Traditionally it is equal parts gin, green Charteuse, lime juice and maraschino. For me this is too sweet and indeed Simon Difford actually prescribes three parts gin, but, as I discovered when trying out cocktails with Big Gin, it all depends on the gin—some are better than others at standing up to the pungent flavours of the Chartreuse.
Chartreuse itself is a herbal liqueur produced by Carthusian monks since 1737, allegedly to a recipe described in a manuscript given to them in 1605 by François Annibal d’Estrées, a nobleman originally in holy orders but who switched careers to become soldier (no one seems to know how he got his hands on it). Named after the Carthusians’ Grande Charteuse monastery, the liqueur is still produced at their distillery in nearby Voiron. It is made by macerating 130 herbs and flowers in alcohol and, like most of these things, was originally intended as a health-giving tonic. There is also a yellow version, which is sweeter, milder and less alcoholic, plus various aged versions and special editions. To this day the recipes are secret, known only by two monks who prepare the herbal mixtures.
Chartreuse website this concentrate is the original recipe, from which the various liqueurs were later derived once people started drinking the concoction for pleasure rather than as a medicine. It is sold at 69% ABV in 100ml bottles that come in an outer turned-wood case that reminds me of a Russian matryoshka doll. The elixir has a pronounced olive green colour.
Since I bought it the bottle has mostly sat at the back of a cupboard, but something recently got me thinking about it. Given its concentration, I wondered if one could use it in small quantities to add the distinctive herbal flavour but without the sweetness, and therefore the need to add lime or lemon juice for sourness to balance the sugar.
The purest form of this experiment seemed to be to make a Dry Martini and simply add a bit of the elixir. If a Last Word seems too complicated, too much of a punch-up between brassy sweet and sour flavours, may I present to you the Hard Word. The elixir does have sugar in it, but in these quantities it still leaves the cocktail a pretty dry beverage, yet with the distinctive pungent herbal flavour of Chartreuse.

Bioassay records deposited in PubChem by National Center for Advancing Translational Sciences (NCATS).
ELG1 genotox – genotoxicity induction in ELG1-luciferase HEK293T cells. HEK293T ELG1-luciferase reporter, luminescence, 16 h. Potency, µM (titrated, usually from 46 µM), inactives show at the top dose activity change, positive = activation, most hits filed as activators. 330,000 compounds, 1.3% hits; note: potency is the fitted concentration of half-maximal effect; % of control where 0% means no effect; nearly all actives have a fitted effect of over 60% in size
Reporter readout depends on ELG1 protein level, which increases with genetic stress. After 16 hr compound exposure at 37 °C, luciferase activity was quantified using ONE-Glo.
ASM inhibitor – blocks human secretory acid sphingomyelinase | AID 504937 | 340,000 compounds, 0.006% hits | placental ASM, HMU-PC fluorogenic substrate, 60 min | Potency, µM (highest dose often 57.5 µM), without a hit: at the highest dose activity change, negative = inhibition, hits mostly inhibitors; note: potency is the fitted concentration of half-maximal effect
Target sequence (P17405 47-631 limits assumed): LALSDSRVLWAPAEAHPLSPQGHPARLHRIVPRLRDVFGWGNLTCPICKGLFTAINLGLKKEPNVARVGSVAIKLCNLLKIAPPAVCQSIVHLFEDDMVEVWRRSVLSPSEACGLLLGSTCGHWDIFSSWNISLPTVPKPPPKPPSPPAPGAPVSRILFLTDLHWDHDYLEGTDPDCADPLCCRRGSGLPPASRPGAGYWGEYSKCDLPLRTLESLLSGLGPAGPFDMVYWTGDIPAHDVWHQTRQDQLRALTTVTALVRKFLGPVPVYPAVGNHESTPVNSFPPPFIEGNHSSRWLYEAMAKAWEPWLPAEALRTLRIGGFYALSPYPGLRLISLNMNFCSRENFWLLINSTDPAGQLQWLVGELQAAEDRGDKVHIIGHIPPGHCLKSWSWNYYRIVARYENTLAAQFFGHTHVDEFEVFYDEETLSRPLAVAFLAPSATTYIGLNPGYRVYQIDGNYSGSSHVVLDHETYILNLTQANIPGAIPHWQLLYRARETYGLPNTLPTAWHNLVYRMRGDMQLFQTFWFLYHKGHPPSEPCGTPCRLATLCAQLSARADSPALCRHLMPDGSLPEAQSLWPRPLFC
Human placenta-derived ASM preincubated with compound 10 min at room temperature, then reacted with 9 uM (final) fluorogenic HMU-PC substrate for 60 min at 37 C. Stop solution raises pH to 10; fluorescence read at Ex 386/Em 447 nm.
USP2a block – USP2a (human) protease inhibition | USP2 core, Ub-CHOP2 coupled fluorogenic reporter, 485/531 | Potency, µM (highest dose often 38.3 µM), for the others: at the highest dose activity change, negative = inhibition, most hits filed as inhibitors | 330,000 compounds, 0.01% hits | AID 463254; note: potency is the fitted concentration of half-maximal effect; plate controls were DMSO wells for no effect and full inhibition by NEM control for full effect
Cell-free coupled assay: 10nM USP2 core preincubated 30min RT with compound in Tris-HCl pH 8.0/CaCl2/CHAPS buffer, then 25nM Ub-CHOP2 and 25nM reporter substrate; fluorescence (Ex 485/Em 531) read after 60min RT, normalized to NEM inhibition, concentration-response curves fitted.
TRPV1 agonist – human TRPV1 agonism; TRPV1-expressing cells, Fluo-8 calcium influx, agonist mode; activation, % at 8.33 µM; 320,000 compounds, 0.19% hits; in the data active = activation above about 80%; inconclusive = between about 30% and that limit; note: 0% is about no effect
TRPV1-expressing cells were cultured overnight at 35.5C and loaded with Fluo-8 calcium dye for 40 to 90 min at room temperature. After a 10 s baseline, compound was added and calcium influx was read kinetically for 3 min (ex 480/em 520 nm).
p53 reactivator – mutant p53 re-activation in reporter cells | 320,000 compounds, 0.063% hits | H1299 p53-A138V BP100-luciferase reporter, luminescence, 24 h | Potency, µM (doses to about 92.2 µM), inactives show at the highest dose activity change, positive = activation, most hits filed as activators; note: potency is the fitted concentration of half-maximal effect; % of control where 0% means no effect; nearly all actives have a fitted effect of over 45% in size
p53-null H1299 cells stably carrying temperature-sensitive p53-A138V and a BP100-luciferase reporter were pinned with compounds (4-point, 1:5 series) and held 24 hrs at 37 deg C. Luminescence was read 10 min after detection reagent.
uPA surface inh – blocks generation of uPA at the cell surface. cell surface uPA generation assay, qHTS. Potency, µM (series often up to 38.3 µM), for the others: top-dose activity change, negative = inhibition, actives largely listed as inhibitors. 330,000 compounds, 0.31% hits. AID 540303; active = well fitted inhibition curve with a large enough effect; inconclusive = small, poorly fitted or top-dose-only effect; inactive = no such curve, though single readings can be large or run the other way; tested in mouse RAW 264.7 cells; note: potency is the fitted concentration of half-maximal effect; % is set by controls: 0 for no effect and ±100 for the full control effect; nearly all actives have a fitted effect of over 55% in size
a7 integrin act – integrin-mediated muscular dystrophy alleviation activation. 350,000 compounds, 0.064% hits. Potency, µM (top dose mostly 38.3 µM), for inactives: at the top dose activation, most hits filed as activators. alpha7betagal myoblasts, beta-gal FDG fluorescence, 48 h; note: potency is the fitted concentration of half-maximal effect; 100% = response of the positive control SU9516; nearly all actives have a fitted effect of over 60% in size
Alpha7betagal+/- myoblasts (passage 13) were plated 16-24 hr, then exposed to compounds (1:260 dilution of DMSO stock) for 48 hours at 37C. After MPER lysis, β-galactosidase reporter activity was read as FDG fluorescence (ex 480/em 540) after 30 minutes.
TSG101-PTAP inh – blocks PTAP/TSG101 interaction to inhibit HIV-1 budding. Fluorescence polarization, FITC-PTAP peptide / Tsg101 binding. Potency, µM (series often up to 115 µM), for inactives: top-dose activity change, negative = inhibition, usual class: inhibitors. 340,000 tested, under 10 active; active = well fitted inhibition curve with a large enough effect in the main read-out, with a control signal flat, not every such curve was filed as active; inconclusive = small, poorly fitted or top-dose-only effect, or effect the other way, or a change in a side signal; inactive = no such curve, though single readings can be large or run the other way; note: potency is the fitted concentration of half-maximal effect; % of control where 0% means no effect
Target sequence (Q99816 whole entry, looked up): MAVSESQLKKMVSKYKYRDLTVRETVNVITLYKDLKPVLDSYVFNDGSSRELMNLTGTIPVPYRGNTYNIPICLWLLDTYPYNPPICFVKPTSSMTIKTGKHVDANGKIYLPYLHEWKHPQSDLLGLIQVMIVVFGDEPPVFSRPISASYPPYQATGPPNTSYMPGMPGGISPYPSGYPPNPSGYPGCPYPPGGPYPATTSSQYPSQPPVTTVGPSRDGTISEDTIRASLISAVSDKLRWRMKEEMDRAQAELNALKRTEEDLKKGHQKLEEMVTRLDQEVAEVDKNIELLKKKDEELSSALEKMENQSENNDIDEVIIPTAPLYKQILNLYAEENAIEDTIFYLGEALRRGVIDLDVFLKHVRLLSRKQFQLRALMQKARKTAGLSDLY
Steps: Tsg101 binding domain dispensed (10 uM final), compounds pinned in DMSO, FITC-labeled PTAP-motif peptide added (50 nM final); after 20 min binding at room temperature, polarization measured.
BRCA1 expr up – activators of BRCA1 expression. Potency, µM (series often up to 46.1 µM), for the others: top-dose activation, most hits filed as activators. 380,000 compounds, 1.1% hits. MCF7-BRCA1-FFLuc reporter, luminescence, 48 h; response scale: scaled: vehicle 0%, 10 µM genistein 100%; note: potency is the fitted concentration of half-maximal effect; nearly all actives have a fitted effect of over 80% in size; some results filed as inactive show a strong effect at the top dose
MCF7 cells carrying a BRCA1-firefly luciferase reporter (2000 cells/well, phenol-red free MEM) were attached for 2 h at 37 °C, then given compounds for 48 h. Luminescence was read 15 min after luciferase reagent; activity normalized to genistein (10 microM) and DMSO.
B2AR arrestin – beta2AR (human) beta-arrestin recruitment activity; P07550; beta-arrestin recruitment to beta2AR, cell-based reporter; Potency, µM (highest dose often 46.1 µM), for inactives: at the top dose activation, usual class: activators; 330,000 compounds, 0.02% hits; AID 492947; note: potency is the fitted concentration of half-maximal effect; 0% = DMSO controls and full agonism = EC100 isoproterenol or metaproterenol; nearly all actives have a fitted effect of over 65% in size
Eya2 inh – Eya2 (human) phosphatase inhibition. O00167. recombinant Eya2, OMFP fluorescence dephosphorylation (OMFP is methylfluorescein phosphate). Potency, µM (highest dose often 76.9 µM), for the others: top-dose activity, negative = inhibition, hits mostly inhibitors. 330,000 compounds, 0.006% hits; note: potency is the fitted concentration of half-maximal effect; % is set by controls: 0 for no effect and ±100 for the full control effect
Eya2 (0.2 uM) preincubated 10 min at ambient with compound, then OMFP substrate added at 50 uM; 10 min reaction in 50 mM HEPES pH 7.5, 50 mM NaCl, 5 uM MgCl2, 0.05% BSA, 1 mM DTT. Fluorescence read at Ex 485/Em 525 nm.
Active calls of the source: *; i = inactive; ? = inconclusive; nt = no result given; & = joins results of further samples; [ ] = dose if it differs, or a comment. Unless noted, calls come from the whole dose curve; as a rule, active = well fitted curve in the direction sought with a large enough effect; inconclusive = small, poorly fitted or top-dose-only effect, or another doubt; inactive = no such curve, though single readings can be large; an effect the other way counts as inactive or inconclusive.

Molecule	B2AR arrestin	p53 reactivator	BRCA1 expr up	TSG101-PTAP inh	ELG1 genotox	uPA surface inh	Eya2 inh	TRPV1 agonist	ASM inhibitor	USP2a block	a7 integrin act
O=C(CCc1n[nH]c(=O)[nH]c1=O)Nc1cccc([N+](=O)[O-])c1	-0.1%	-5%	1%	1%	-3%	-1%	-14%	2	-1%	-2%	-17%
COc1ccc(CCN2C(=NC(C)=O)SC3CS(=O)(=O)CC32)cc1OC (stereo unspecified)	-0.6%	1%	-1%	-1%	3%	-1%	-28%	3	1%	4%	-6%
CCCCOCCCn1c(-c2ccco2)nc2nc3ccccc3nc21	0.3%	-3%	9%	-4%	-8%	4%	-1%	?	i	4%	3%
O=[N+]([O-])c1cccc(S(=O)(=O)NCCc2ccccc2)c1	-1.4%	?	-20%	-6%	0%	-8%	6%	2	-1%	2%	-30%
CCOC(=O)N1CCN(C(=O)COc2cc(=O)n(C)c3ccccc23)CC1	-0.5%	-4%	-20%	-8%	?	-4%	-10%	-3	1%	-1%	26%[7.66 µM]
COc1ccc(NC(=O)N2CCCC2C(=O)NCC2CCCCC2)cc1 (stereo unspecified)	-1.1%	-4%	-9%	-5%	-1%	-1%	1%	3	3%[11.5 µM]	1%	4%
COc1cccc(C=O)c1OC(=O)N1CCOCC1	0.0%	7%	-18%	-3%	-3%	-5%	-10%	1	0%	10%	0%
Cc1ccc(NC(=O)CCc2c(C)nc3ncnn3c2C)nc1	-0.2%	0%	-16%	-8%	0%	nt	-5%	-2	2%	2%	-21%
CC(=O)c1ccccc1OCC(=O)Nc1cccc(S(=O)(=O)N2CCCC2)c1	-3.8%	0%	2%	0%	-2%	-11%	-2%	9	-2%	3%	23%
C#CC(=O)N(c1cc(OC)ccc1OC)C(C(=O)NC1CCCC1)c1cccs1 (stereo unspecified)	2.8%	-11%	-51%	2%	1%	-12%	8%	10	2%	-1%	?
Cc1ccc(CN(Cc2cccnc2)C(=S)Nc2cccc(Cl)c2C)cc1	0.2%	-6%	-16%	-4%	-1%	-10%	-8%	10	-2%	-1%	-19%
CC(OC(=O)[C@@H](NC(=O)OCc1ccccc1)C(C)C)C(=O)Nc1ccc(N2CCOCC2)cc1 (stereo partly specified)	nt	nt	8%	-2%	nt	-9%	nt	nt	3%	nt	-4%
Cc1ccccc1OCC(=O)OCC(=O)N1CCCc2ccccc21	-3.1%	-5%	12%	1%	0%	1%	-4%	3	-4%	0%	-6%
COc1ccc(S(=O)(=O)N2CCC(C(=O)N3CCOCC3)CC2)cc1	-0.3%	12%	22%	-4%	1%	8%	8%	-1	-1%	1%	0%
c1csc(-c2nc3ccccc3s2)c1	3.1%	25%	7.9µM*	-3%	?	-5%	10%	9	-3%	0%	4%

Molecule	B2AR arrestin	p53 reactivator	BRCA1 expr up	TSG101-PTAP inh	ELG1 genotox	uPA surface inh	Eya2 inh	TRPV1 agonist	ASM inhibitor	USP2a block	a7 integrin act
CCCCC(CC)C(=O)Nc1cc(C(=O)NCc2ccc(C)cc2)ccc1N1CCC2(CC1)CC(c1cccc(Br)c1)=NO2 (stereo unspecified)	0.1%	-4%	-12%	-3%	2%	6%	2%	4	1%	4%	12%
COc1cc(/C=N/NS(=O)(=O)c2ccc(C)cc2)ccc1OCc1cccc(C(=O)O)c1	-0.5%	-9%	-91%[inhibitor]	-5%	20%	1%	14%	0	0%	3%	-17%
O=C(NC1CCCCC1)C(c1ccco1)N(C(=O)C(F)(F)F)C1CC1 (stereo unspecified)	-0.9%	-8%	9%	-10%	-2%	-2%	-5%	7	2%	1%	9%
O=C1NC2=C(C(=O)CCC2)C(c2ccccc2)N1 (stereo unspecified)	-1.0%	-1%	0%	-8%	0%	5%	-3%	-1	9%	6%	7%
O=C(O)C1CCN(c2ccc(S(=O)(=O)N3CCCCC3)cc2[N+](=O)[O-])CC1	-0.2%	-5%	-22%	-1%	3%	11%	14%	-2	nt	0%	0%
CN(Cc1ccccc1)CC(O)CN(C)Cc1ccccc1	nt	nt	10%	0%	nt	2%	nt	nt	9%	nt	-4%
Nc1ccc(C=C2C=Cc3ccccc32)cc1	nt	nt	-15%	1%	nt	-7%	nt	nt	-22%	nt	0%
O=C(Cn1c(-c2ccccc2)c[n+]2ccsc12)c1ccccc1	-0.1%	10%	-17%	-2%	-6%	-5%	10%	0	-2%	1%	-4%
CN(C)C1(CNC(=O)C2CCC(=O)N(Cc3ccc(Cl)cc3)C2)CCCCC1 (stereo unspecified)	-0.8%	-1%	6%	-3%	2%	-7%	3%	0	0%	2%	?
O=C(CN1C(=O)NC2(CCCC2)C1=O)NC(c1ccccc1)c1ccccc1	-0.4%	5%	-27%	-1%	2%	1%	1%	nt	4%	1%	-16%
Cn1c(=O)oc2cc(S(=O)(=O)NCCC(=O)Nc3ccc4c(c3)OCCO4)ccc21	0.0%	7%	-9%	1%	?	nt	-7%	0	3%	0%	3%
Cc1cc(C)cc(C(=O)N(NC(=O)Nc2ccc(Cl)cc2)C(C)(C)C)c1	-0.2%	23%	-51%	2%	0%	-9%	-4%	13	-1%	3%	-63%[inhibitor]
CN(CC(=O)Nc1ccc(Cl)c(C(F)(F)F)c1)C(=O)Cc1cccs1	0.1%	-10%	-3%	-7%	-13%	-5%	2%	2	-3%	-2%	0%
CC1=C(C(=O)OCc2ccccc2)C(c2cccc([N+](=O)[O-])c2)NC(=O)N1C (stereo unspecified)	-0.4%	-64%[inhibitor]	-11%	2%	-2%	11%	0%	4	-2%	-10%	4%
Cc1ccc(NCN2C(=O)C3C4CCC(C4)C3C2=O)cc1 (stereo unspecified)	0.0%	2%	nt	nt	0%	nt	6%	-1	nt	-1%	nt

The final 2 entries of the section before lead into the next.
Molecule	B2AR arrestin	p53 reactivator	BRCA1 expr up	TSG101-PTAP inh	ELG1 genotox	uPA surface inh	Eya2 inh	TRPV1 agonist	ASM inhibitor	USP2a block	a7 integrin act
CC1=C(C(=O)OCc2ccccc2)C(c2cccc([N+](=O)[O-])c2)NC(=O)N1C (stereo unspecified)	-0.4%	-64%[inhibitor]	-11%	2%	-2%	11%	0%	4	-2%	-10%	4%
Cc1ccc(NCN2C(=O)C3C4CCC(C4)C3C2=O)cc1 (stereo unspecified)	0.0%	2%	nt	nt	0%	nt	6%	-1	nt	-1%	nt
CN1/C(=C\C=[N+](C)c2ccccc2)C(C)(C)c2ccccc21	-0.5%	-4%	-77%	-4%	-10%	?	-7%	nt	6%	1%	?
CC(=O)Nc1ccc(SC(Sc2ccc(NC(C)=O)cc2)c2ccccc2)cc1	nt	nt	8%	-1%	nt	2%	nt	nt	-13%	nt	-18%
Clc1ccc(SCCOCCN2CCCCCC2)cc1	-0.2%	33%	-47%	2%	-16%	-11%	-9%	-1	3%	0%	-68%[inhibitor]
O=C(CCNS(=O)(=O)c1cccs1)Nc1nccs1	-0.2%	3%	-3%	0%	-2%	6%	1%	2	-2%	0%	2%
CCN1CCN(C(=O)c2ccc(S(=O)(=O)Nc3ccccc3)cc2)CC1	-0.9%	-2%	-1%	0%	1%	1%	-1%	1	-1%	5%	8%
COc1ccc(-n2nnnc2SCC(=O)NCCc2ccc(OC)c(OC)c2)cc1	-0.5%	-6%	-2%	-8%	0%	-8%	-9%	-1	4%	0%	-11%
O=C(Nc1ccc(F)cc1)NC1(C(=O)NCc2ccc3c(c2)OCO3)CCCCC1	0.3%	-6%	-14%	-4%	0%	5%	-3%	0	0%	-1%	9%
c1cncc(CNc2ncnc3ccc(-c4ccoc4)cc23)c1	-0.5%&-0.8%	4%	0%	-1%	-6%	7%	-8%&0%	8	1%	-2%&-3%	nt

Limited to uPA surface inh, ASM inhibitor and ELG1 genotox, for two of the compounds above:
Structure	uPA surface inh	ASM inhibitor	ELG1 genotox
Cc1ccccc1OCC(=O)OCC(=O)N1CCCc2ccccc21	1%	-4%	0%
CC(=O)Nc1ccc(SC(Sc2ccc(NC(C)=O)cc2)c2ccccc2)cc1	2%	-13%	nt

Of course a purer form might be to dispense with the vermouth, or indeed to use vodka instead of gin, and I did try these: with just vodka and the elixir it’s easy to end up with something that’s like a not-very-sweet green Chartreuse liqueur, though if you get the balance right you can still taste some of the character of the vodka. With gin but no vermouth at least there is an interplay of the various botanicals, but I think the version below gives the greatest scope to combine flavours and adjust the strength and wetness of your drink by how much vermouth you use.
The Hard Word
2½ shots gin
½ shot dry vermouth
½ tsp Chartreuse Élixir Végétal
Shake with ice and strain into a cocktail glass
This might not sound like very much Chartreuse, but I measured out 2.5ml using a measuring spoon and I didn’t feel it needed any more. You’ll see I haven’t deployed a garnish: I did try serving one of these with a lemon twist—and it completely ruined the drink. Later I tried one with a green olive garnish and the briny, savoury flavour went a bit better, but I’m not sure it actually improved the cocktail. There may be an appropriate garnish out there (perhaps a herb of some sort) but I don’t know what it is yet.
* Chapter 5: “Finally we came to Gatsby’s own apartment, a bedroom and a bath, and an Adam study, where we sat down and drank a glass of some Chartreuse he took from a cupboard in the wall.” Now that I look, it doesn't actually specify green Chartreuse—and the yellow version had been around for almost 90 years by the time this scene takes place.
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